How to Build Your Own Square Foot Gardening Box

Spring is her! We have seeds started, we’ve got our gardening gear ready, and we’ve got big plans this year.

We a variation of Square Foot Gardening. Even though I’m not a fan of measuring and calculating, I like knowing that our raised garden beds are maximizing their space.  

Making Your Own SFG Box Plans

Square Foot Gardening Box

The point when your garden physically takes shape is when you build own SFG box because you get to see up close where all the plants will live and grow.

By building your own box, you learn a little something about independence and achievement.

Building your SFG box is a great opportunity to teach kids about using power tools [or any other tools] safely.

The Materials for a Square Foot Gardening Box

Start the great big SFG box adventure by gathering all of the required materials. And, wow, there are a lot of possibilities.

The SFG box can be built out of just about any material as long as it meets certain restrictions.

First and most important: the material cannot contain anything that might contaminate the soil and get into the plants growing there. That means paint or preservatives used to treat wood, or oil-based paints on metal or bricks are no-nos.

  • This especially includes treated lumber, unfortunately. Older, reclaimed treated lumber (the good stuff) is soaked in formaldehyde. Newer stuff that doesn’t last anyways, is soaked in a variety of other toxic chemicals.

Even though you can use many different materials, most people choose wood for good reasons. Wood is a natural, replaceable material, it’s easy to work with, easy to find, inexpensive, and looks good.

Start with what an SFG box must be. We want our box to be:

  • 3 feet x 3 feet.
  • Square.
  • 6 inches deep.
  • Durable.
  • Portable, if we want to move it later.
  • Nice to look at.

So with all that in mind, let’s ask a few questions about what might be the best material for our SFG boxes.

  • Why is wood a good choice for the SFG box?
  • What other materials could we use?
  • What about glass? Could you use glass for the box?

Why or why not?

  • What about metals?
    • What different types of metals are there?
    • Which would be best for a box and why?
  • Where would we find those metals?
    • What would be some of the challenges in using metals?
  • What about bricks or concrete blocks?
    • What would be good or bad about using bricks or concrete blocks?

Generally, wood is going to work best. So the instructions that follow are geared to using wood for a box.

Putting Together a SFG Box

Now that you’ve gathered the materials, it’s time to get organized and build that SFG box. Let’s get started with a few safety rules to make sure this is a happy experience for everyone.

Setting Up Your Work Site

Set up your work site as close as possible to where your SFG box will ultimately go. The best place is a flat, level surface with lots of room to move around.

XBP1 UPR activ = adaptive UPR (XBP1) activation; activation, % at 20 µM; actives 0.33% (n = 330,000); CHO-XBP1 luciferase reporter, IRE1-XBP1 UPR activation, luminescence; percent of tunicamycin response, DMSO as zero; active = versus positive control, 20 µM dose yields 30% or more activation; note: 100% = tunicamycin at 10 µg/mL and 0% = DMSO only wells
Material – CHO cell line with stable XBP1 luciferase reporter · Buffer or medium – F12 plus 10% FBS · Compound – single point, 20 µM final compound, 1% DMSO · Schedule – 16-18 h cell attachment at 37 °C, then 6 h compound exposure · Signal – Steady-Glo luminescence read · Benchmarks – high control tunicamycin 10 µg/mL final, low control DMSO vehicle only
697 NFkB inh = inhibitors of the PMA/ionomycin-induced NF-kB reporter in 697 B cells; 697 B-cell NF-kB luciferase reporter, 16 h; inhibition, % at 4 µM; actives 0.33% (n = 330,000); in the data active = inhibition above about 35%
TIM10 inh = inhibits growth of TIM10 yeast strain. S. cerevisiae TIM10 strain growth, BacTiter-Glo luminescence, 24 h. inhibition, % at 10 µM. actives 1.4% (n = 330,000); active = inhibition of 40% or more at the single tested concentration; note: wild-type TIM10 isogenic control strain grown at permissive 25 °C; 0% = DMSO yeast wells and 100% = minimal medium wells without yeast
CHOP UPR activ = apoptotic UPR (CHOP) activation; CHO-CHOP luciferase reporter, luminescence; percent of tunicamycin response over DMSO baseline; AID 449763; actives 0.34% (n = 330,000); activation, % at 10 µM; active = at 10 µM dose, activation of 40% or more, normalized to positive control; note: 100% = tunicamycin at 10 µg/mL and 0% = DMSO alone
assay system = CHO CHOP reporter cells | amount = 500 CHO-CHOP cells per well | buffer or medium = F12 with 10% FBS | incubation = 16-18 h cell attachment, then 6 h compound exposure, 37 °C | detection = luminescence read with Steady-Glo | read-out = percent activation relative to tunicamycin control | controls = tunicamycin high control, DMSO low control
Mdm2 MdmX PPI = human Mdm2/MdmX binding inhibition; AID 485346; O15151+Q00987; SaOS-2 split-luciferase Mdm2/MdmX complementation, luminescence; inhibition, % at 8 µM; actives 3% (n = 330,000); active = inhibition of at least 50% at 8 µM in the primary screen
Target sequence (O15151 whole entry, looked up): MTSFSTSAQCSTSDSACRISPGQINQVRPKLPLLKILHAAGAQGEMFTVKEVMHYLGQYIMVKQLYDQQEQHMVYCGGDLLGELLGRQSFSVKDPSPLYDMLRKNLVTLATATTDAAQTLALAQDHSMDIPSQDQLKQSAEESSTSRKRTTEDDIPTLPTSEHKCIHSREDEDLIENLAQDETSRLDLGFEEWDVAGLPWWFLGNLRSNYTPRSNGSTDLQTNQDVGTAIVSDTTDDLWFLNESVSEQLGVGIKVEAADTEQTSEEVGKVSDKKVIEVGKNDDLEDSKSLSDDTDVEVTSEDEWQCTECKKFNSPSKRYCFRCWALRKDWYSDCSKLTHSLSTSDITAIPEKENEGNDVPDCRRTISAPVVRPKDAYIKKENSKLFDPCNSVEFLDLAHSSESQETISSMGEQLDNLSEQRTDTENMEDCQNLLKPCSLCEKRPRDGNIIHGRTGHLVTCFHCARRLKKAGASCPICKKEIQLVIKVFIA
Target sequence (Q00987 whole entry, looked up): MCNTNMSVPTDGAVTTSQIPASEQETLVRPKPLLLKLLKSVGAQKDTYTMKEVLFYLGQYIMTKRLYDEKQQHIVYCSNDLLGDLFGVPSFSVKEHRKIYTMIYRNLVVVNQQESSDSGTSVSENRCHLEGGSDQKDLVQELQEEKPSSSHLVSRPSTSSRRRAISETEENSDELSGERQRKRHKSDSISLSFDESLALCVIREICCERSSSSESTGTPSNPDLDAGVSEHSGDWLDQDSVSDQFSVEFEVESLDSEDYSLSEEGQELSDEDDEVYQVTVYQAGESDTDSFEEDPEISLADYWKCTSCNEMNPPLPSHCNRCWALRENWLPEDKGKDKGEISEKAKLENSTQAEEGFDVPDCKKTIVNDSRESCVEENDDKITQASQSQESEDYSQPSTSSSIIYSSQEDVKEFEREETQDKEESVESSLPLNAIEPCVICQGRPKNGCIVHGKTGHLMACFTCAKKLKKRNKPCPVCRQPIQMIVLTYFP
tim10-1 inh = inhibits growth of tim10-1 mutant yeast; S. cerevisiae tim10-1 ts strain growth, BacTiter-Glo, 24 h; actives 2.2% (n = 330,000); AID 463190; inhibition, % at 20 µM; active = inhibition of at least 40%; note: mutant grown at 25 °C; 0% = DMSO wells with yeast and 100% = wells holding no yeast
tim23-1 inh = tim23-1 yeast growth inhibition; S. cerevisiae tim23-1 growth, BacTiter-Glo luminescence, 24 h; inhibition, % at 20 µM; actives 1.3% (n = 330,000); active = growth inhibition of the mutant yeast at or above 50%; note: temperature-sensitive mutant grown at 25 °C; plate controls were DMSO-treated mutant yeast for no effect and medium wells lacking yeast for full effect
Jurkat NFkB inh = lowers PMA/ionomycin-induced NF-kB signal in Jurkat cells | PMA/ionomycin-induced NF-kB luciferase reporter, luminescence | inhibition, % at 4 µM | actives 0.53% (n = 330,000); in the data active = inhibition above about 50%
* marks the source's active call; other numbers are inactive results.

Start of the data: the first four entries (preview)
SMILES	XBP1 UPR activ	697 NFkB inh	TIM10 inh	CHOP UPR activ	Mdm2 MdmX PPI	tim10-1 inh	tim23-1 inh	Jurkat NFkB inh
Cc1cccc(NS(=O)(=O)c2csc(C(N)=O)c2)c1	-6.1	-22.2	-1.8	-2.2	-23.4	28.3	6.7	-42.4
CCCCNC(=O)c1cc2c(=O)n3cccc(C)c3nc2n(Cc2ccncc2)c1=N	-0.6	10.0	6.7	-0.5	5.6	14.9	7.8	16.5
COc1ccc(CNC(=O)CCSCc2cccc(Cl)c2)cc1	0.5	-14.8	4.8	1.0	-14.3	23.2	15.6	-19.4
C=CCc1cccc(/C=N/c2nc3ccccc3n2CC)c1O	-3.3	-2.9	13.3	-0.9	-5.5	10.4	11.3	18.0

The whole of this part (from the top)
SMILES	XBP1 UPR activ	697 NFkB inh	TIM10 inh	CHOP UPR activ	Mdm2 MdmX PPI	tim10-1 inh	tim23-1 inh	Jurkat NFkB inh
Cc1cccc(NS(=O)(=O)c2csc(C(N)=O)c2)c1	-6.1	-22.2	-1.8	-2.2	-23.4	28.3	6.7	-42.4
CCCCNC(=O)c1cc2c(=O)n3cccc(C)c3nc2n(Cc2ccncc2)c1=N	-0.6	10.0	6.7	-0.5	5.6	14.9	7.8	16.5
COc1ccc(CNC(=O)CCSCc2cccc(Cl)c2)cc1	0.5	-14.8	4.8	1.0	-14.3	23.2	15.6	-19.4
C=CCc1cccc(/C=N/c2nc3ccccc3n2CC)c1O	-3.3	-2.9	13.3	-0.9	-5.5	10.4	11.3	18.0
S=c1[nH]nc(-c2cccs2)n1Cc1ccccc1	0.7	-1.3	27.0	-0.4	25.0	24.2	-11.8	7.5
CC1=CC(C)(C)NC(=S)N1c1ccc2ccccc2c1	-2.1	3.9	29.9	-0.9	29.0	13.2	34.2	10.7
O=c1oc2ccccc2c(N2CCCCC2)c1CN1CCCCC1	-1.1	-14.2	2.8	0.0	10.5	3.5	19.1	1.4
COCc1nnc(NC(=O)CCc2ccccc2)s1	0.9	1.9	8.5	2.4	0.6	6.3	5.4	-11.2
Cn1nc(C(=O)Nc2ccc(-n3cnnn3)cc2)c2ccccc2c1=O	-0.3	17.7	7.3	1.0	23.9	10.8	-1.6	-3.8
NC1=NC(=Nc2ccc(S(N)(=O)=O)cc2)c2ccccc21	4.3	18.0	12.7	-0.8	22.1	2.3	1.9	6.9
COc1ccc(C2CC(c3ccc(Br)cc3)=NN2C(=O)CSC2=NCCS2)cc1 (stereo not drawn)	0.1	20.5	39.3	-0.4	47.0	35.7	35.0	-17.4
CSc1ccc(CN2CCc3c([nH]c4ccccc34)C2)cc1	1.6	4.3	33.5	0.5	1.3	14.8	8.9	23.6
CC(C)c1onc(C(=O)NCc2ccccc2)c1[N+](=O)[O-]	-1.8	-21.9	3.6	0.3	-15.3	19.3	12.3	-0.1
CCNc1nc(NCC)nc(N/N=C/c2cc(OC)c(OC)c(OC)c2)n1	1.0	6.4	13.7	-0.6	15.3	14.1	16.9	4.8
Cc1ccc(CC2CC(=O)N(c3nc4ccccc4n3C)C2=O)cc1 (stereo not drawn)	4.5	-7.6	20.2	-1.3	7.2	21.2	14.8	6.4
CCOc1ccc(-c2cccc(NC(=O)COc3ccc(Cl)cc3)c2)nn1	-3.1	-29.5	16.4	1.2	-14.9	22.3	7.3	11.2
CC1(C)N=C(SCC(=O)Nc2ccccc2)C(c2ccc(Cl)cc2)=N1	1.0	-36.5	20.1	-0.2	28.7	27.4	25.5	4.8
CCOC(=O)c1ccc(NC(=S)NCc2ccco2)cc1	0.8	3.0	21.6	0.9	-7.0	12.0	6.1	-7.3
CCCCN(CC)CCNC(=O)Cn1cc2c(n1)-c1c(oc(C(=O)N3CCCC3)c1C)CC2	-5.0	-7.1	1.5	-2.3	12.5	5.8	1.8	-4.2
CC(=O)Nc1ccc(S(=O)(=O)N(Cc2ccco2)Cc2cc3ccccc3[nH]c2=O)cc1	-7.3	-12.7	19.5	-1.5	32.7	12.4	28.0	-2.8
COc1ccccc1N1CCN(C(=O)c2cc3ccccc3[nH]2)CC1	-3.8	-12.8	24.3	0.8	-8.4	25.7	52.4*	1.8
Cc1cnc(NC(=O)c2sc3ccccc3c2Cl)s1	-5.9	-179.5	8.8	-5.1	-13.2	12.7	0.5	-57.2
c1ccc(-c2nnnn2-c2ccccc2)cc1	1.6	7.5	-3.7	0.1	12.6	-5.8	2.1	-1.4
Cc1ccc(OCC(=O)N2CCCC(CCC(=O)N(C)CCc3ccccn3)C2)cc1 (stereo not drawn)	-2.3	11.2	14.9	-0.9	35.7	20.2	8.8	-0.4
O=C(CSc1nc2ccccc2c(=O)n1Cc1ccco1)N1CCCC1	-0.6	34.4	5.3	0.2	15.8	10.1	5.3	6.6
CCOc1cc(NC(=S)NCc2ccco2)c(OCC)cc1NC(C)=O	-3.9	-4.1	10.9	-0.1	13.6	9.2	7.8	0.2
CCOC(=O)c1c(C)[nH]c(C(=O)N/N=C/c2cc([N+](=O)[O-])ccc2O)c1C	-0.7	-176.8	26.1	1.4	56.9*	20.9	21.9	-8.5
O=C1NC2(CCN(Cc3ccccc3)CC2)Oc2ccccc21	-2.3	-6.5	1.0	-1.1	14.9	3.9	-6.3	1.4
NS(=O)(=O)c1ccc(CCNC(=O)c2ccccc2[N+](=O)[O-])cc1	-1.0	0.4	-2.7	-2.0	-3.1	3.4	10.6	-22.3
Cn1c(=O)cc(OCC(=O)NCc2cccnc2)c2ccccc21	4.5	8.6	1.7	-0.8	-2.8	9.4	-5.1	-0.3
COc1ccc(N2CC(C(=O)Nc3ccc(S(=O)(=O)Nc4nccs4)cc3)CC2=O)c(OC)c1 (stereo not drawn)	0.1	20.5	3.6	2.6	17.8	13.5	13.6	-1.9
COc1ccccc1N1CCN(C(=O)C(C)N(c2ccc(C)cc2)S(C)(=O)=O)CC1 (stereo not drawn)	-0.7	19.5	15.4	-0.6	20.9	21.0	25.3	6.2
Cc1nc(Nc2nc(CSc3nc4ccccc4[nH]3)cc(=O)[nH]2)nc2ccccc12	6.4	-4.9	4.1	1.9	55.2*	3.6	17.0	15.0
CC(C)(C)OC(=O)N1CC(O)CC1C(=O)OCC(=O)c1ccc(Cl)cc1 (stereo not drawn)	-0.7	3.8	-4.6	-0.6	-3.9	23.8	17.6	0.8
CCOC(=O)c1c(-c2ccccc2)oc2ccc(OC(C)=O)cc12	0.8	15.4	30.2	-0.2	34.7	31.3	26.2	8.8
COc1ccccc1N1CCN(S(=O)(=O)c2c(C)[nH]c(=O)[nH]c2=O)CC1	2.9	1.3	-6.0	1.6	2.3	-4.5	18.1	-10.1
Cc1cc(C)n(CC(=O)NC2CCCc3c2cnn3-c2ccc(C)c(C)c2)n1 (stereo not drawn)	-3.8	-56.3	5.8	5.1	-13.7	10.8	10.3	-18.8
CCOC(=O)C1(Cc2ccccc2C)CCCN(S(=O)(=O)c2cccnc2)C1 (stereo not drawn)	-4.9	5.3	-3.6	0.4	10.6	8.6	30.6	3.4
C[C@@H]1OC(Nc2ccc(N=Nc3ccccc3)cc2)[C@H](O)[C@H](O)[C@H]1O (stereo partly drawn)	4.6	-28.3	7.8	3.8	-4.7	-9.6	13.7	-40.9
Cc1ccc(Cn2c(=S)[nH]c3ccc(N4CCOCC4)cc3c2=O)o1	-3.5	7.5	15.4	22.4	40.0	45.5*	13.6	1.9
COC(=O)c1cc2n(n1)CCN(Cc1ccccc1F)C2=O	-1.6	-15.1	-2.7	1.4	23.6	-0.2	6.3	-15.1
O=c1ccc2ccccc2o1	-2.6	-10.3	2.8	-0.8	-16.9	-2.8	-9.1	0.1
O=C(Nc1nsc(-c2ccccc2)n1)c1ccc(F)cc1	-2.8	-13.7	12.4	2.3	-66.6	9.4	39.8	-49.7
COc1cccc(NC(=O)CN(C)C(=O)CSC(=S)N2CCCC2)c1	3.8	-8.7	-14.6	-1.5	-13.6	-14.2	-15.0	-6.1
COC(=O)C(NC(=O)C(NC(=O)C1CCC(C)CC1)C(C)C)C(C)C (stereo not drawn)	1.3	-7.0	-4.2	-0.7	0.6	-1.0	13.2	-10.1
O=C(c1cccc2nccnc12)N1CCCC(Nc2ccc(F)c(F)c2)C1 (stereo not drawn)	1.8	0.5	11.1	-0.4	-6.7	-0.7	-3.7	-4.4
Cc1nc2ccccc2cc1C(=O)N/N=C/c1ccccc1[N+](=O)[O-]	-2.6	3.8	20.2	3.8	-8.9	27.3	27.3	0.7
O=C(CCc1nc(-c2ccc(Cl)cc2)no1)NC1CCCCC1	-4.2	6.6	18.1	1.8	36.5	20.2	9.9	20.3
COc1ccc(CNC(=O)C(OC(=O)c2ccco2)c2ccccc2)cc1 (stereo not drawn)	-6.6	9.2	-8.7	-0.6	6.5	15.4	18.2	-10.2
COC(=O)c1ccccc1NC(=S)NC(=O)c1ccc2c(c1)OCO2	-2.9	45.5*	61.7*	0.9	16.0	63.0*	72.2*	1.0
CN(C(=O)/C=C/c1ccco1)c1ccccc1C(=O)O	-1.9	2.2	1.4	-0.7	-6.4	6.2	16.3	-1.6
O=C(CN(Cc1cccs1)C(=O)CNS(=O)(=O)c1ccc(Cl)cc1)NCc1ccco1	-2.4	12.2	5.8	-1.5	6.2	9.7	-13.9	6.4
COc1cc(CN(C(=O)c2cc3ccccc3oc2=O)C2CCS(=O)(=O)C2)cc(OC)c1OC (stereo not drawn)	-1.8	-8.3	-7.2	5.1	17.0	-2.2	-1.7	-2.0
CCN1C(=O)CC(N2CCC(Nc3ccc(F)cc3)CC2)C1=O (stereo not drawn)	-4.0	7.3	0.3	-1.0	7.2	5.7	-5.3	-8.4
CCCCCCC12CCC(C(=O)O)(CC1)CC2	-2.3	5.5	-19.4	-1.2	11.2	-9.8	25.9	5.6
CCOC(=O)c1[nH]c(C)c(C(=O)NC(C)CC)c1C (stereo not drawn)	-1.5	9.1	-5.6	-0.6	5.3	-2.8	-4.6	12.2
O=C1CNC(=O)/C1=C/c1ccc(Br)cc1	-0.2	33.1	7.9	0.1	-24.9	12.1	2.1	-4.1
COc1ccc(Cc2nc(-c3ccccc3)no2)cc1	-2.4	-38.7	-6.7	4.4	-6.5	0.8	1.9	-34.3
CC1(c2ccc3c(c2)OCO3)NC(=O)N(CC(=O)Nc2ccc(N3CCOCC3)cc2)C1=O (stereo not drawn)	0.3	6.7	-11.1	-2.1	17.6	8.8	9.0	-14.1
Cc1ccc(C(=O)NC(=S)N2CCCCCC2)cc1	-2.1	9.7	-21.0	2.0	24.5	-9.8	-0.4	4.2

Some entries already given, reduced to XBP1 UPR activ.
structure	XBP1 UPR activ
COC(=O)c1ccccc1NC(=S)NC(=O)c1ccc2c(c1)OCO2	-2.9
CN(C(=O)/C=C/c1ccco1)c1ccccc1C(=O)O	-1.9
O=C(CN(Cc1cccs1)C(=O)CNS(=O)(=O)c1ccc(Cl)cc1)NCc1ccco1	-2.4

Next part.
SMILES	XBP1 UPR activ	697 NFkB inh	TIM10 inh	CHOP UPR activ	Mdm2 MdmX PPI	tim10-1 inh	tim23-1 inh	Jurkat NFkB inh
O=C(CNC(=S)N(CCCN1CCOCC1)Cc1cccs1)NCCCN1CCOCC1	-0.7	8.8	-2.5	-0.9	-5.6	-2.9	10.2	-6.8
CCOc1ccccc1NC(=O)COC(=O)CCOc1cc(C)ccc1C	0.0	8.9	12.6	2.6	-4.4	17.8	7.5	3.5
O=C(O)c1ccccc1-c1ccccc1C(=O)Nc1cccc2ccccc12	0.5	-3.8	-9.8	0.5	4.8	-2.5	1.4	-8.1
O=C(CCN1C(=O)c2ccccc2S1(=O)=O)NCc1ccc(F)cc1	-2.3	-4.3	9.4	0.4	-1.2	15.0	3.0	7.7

It’s always a good idea to make an actual staging area. This can be a driveway, a tarp laid out on the grass, or even a large piece of plywood or cardboard.

The idea is to keep tools and materials in one place while you work, because sometimes in all the excitement of building something, tools and materials can seem to walk away.

Collect all the materials you’ll need for the project and organize them in the staging area.

For the wood box we’ll be building, you’ll need the following:

  • 4 boards, 3 feet long x 6 inches wide (should be I or 2 inches thick)
  • 4 pieces of lath, 3 feet long
  • A writing utensil like a construction pencil
  • Cordless drill and bits
  • 12 deck screws
  • I roll of landscape fabric (see if you can buy a piece just 3 feet long at a garden center, or a pre-fab SFG box kit usually comes with the weed fabric and grid)

How To Build Your Own Square Foot Gardening Box Step By Step Instructions

The actual building of the box is simple once you’ve collected all the proper tools and materials.

  1. Stack the four boards, one on top of the other.
    1. Hold one board perpendicular, on its edge, at the end of the stack. This board is used to mark the overlap width.
    2. Mark the width of the board along the ends of each of the other boards.
  2. With the boards stacked up and aligned, pull each one out in order and drill three pilot holes for screws, spaced evenly from edge to edge.
    1. If you are using 1x wood stock [actual thickness is 3/4 inch, draw a reference line 3/8 inch from the end of the board to help align your screw holes.
    2. For 2x stock [actual thickness 1 1/2 inch] draw the center reference lines 3/4 inch in from the ends.
  3. Drill three or four pilot holes at each corner. For standard deck screws, use a drill bit that’s about 1/16 diameter.
  4. Hold or clamp the boards together, overlapping each successive corner. Drive deck screws into the predrilled holes until the screw heads are just slightly below the surface of the wood.

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